Howdy, I'm Fightin' Texas Aggie Colt, Class of 2014!
My life is defined on account of 3 things:
The Almighty God, family, and friends
A quote: "Every calling is great when every calling is pursued."
Music is such a huge part of our lives on account of it can change the way we think, feel, and love in a matter of just a few seconds. Whether we want to be inspired by U2, uplifted by Christian music, happy by Florida-Georgia line, or get in the zone with some rock’n’roll like ACDC or Van Halen, music is the spirit of the world.
Proudest Lines:“So we raise her up every morning, take her down every night / We don’t let her touch the ground, and we fold her up right / On second thought, I do like to brag / ‘Cause I’m mighty proud of the ragged old flag.”
This flag has several badges of honor: A hole was from Washington crossing the Delaware; one rip was from the Battle of New Orleans and another from Vietnam.
Proudest Lines:“All gave some and some gave all / And some stood through for the red, white and blue / And some had to fall / And if you ever think of me / Think of all your liberties / And recall, some gave all.”
Billy Ray Cyrus sang this title track to his nine-times platinum debut album for troops on a battleship in Norfolk, Va., in a performance the singer calls one of the highlights of his career.
Proudest Lines:“I’m proud to be on this peaceful piece of property / I’m on sacred ground, and I’m in the best of company / I’m thankful for those thankful for the things I’ve done / I can rest in peace, I’m one of the chosen ones / I made it to Arlington.”
Trace sings this poignant tune from the perspective of a fallen American soldier, now buried at Arlington National Cemetery.
Proudest Lines:“We’ll all stick together, and you can take that to the bank / That’s the cowboys and the hippies, Rebels and the Yanks.”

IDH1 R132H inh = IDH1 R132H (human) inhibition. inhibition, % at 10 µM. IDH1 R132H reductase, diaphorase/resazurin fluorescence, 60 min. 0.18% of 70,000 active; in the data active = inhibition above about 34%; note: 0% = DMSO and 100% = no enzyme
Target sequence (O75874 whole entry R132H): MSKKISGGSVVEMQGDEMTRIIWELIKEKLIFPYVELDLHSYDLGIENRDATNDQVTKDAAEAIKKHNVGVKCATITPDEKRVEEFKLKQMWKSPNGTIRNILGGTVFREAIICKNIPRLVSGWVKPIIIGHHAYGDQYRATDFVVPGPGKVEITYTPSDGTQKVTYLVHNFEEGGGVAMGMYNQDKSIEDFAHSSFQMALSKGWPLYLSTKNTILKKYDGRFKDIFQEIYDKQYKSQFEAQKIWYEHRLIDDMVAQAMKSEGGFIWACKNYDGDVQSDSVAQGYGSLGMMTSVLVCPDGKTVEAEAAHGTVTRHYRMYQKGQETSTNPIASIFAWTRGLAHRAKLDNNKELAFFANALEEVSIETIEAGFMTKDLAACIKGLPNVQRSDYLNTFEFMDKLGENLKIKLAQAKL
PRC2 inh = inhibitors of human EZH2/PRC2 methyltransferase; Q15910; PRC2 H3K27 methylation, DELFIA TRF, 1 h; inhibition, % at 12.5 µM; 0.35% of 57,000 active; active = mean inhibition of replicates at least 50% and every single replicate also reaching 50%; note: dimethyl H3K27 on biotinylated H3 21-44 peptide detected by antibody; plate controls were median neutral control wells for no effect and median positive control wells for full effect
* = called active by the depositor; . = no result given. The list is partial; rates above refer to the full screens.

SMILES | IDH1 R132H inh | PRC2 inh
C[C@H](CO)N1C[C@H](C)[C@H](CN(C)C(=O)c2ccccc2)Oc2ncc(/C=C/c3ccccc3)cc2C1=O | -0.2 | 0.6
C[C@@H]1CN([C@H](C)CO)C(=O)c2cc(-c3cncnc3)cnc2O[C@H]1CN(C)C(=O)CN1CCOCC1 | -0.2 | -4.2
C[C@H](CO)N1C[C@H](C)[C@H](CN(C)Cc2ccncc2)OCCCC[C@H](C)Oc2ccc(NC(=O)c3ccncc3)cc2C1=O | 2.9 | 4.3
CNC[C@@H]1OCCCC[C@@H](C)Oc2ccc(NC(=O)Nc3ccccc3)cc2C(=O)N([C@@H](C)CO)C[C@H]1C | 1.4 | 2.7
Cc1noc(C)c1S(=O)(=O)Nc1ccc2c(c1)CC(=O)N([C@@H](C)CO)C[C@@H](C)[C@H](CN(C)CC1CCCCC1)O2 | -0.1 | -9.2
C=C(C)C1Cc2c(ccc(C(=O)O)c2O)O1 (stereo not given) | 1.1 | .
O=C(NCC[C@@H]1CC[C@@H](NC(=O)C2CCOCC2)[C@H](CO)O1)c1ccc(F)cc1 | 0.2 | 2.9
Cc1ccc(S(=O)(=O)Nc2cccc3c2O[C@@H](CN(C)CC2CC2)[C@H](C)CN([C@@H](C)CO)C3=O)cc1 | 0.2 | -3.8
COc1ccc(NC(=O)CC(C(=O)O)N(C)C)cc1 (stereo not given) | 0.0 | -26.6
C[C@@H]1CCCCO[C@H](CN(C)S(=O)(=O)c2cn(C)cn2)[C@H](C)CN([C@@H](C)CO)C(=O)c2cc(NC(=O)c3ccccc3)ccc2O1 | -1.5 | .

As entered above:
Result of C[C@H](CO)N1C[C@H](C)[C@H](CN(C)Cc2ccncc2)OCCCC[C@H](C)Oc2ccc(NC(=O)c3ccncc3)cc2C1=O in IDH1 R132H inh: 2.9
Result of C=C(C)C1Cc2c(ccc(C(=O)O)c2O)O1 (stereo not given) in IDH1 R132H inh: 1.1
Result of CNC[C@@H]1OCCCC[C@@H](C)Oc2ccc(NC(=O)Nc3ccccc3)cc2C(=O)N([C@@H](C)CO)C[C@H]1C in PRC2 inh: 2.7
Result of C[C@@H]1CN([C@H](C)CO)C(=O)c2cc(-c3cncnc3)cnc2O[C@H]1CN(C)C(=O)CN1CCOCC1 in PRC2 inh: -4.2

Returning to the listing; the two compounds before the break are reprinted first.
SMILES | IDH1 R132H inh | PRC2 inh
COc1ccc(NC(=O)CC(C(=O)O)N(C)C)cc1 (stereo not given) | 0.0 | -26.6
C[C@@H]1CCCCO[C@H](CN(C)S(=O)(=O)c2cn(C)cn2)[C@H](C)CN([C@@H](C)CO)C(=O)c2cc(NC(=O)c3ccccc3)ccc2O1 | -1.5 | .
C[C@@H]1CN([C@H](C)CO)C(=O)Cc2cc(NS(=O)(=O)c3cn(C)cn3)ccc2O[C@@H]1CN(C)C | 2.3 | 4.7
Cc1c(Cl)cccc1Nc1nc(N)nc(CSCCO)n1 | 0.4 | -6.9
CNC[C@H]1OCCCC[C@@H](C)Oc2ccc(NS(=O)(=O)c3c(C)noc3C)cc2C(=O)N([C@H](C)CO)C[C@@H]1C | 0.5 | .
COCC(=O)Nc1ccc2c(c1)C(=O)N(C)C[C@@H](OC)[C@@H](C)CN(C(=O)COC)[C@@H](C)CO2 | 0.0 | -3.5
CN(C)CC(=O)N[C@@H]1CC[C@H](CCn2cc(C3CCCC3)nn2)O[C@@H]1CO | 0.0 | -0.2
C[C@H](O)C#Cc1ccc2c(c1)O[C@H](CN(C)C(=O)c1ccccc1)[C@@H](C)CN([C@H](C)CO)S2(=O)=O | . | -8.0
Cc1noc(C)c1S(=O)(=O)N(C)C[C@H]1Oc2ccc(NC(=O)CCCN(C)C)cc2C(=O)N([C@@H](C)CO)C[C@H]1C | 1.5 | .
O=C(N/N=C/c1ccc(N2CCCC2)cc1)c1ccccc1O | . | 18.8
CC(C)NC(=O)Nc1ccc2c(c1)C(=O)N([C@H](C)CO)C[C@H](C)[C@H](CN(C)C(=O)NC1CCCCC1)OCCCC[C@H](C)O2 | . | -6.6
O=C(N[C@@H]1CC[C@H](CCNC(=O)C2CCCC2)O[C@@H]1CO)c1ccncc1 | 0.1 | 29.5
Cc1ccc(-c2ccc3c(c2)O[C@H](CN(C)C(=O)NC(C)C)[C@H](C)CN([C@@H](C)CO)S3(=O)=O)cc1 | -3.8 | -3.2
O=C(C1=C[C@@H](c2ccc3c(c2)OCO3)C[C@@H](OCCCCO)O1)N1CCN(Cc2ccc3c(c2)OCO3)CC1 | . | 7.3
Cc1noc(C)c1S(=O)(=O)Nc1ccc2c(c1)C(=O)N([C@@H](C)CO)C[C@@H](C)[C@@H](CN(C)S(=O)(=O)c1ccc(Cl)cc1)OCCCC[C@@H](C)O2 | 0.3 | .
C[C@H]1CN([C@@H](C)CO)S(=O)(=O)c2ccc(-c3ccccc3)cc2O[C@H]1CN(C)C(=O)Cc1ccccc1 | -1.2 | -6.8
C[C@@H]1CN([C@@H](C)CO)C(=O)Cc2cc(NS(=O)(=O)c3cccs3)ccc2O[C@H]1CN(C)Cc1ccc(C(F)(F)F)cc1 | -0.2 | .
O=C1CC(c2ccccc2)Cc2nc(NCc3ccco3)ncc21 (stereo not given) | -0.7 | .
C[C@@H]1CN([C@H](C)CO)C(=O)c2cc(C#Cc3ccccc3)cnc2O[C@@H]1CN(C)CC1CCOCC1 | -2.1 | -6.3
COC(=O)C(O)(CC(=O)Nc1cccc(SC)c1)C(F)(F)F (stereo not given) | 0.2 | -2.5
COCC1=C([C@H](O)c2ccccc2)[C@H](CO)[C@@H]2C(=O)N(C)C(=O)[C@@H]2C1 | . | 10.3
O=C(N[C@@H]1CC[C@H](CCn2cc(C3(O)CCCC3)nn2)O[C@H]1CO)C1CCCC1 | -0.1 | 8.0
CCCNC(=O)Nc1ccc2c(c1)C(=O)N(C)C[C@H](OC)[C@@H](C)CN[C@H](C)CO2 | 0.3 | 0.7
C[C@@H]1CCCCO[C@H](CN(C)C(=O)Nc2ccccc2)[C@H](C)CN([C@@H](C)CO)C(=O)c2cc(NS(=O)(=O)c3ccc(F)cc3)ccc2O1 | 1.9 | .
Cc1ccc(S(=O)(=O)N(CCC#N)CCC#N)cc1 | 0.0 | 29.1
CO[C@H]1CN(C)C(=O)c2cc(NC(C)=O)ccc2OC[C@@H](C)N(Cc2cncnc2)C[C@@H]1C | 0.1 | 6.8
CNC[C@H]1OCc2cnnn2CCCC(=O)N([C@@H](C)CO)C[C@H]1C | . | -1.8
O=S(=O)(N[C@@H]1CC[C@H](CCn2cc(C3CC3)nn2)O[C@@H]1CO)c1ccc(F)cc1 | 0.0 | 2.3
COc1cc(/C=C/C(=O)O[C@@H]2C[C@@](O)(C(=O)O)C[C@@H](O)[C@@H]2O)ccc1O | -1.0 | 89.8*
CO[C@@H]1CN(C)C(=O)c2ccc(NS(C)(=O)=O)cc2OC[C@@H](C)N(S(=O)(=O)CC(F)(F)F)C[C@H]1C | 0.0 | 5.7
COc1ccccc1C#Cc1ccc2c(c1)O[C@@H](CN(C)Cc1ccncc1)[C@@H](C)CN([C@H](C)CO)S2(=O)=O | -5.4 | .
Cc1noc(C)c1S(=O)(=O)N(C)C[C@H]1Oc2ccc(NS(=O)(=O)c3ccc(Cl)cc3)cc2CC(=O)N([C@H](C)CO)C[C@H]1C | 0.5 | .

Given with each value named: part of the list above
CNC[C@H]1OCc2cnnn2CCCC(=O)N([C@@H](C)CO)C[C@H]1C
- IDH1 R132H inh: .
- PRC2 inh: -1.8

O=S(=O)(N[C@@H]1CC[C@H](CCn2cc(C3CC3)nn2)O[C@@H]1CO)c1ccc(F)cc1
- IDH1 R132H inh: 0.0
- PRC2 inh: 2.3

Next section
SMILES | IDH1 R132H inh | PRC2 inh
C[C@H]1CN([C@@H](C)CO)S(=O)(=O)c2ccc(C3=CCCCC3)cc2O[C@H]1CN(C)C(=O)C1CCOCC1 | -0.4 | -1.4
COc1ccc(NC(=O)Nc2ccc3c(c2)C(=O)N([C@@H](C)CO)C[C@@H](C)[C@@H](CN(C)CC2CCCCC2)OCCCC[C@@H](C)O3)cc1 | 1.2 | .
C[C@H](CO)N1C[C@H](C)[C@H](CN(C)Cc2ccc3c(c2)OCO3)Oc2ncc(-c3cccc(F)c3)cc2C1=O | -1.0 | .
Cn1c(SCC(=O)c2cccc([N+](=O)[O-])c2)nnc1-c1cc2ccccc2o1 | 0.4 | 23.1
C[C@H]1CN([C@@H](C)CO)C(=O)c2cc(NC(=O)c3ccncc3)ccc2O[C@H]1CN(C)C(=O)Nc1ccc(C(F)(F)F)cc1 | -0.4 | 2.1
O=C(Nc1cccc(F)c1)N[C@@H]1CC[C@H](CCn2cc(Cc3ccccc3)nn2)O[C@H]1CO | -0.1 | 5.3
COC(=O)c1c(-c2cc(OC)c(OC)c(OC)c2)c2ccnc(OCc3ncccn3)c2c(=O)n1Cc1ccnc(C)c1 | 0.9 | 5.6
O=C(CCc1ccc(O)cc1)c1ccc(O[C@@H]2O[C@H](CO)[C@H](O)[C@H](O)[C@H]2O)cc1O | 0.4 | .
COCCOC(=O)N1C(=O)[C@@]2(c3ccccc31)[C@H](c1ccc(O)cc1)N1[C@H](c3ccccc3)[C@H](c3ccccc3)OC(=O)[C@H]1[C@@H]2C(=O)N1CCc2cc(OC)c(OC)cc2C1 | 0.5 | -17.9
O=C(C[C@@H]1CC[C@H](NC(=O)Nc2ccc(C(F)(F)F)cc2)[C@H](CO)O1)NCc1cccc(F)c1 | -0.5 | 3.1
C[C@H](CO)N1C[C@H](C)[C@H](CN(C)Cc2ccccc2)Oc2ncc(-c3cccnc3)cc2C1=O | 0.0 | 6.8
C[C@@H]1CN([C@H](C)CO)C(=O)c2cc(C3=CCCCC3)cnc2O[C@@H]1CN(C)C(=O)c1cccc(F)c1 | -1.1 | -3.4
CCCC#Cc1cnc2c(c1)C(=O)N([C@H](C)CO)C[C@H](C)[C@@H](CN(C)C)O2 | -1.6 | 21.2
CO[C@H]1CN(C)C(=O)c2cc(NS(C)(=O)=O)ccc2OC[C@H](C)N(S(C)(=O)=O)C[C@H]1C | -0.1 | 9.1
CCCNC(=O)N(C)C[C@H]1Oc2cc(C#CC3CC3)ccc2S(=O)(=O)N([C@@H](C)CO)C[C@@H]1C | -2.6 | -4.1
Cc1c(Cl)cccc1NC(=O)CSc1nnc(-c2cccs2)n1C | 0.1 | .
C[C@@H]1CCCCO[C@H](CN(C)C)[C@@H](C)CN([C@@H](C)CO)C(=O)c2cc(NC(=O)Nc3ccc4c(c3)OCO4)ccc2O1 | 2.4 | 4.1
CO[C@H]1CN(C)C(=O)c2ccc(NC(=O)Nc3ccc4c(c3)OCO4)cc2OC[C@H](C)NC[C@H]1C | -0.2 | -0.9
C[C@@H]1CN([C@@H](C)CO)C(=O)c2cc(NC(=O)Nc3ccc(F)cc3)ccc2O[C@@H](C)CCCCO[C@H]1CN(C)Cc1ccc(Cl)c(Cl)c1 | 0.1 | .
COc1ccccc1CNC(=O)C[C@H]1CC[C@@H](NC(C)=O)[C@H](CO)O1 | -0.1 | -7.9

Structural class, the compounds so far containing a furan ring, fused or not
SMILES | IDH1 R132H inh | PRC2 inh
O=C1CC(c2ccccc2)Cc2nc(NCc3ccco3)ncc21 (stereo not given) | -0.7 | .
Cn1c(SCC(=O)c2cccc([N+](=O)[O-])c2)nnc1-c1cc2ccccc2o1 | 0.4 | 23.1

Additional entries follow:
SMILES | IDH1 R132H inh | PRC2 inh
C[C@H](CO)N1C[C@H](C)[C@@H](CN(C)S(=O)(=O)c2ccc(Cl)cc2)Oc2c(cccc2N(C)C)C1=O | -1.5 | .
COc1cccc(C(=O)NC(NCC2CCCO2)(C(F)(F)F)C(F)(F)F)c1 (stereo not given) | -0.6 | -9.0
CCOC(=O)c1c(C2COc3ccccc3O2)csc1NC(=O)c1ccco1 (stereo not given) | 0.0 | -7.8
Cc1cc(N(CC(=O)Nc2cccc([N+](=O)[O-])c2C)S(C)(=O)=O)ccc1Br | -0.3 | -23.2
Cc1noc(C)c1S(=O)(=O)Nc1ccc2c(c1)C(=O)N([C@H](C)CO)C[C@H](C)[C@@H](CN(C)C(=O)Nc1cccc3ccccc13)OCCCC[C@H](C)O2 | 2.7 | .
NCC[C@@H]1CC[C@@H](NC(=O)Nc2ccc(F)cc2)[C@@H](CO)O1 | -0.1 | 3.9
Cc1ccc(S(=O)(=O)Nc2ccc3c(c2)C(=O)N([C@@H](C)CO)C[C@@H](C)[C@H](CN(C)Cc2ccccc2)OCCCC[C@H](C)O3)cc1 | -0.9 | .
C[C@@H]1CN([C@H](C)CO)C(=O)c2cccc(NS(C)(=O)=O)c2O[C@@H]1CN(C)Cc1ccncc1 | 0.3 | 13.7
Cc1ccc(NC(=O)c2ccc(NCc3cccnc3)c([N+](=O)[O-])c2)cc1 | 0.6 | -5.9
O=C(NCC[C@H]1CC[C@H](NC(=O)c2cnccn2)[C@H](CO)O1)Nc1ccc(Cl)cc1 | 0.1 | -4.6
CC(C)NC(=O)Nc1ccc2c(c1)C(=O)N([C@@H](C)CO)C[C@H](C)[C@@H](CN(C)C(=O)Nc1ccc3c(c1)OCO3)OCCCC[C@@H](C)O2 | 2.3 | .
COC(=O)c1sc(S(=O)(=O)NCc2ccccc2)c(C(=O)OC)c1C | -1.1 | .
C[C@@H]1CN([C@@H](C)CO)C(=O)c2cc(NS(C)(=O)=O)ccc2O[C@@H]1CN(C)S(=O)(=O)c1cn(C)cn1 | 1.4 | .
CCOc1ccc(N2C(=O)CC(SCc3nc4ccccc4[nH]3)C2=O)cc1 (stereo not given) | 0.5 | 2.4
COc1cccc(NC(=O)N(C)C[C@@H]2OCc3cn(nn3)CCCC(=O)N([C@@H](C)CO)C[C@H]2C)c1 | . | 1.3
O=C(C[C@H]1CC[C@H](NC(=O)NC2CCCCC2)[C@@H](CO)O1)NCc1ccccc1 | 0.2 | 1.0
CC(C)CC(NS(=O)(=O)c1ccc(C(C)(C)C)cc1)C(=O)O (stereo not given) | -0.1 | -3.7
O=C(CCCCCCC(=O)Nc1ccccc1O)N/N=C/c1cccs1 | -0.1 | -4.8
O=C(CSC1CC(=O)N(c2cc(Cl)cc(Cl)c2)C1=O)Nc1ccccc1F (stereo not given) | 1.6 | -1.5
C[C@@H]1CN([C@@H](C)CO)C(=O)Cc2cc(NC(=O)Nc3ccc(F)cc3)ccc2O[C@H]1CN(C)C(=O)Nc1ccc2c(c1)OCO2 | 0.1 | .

Charlie wrote this song in reaction to the 1979 Iran hostage crisis. Ever the proud American, the famed fiddler also wrote a song called ‘This Ain’t No Rag, It’s a Flag,’ in response to the 9/11 terrorist attacks.
3. ‘Where the Stars and Stripes and the Eagles Fly,’ Aaron Tippin
Proudest Lines:“I pledge allegiance to this flag / And if that bothers you, well, that’s too bad / But if you got pride and you’re proud you do / Hey, we could use some more like me and you.”
Aaron wrote this post-9/11 anthem a decade after writing what was the unofficial theme of the Persian Gulf War, ‘You’ve Got to Stand for Something.’
Proudest Lines:“I will always do my duty, no matter what the price / I’ve counted up the cost, I know the sacrifice / Oh and I don’t wanna die for you, but if dyin’s asked of me / I’ll bear that cross with honor, ’cause freedom don’t come free.”
An outspoken and dedicated supporter of US troops, Toby Keith could fill this entire countdown. In another of his classic patriotic songs, ‘Courtesy of the Red, White and Blue,’ he tells terrorists, “We’ll put a boot up your ass / It’s the American way.”
Proudest Lines:“I gladly stand up, next to you and defend her still today / ‘Cause there ain’t no doubt I love this land / God bless the USA.”
Though Greenwood wrote this song in 1983, it didn’t become a big hit until Desert Storm in 1991, when radio stations embraced it to help boost patriotism. The song re-entered the country charts in 2001 after 9/11.